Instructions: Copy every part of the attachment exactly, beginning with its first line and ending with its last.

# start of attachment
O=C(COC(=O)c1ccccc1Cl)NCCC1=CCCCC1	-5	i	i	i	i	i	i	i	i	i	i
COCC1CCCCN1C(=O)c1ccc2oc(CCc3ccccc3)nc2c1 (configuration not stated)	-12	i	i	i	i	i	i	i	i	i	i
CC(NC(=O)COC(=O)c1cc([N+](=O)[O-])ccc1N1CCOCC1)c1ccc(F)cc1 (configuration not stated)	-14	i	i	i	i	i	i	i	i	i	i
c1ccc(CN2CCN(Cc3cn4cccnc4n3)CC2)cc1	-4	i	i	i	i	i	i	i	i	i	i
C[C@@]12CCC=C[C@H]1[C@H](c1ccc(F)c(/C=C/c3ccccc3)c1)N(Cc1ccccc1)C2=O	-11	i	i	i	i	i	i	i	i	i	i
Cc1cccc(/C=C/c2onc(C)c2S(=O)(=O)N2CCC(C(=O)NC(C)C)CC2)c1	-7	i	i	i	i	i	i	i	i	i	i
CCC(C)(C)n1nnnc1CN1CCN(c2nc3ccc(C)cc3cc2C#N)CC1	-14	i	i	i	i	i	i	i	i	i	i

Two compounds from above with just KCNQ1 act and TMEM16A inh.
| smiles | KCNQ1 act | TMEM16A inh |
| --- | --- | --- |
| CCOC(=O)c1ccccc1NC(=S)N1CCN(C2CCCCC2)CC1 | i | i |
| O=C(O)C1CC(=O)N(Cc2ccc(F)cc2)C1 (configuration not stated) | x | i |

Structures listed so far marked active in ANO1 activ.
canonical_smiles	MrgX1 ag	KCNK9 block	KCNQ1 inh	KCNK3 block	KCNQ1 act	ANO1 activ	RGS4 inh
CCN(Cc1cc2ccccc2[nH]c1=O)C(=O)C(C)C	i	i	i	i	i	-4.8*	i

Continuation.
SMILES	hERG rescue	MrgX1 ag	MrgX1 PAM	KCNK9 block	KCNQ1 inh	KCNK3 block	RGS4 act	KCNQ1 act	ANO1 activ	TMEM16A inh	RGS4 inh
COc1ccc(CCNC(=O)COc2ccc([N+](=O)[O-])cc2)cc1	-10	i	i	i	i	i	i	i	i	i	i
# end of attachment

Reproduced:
O=C(COC(=O)c1ccccc1Cl)NCCC1=CCCCC1	-5	i	i	i	i	i	i	i	i	i	i
COCC1CCCCN1C(=O)c1ccc2oc(CCc3ccccc3)nc2c1 (configuration not stated)	-12	i	i	i	i	i	i	i	i	i	i
CC(NC(=O)COC(=O)c1cc([N+](=O)[O-])ccc1N1CCOCC1)c1ccc(F)cc1 (configuration not stated)	-14	i	i	i	i	i	i	i	i	i	i
c1ccc(CN2CCN(Cc3cn4cccnc4n3)CC2)cc1	-4	i	i	i	i	i	i	i	i	i	i
C[C@@]12CCC=C[C@H]1[C@H](c1ccc(F)c(/C=C/c3ccccc3)c1)N(Cc1ccccc1)C2=O	-11	i	i	i	i	i	i	i	i	i	i
Cc1cccc(/C=C/c2onc(C)c2S(=O)(=O)N2CCC(C(=O)NC(C)C)CC2)c1	-7	i	i	i	i	i	i	i	i	i	i
CCC(C)(C)n1nnnc1CN1CCN(c2nc3ccc(C)cc3cc2C#N)CC1	-14	i	i	i	i	i	i	i	i	i	i

Two compounds from above with just KCNQ1 act and TMEM16A inh.
| smiles | KCNQ1 act | TMEM16A inh |
| --- | --- | --- |
| CCOC(=O)c1ccccc1NC(=S)N1CCN(C2CCCCC2)CC1 | i | i |
| O=C(O)C1CC(=O)N(Cc2ccc(F)cc2)C1 (configuration not stated) | x | i |

Structures listed so far marked active in ANO1 activ.
canonical_smiles	MrgX1 ag	KCNK9 block	KCNQ1 inh	KCNK3 block	KCNQ1 act	ANO1 activ	RGS4 inh
CCN(Cc1cc2ccccc2[nH]c1=O)C(=O)C(C)C	i	i	i	i	i	-4.8*	i

Continuation.
SMILES	hERG rescue	MrgX1 ag	MrgX1 PAM	KCNK9 block	KCNQ1 inh	KCNK3 block	RGS4 act	KCNQ1 act	ANO1 activ	TMEM16A inh	RGS4 inh
COc1ccc(CCNC(=O)COc2ccc([N+](=O)[O-])cc2)cc1	-10	i	i	i	i	i	i	i	i	i	i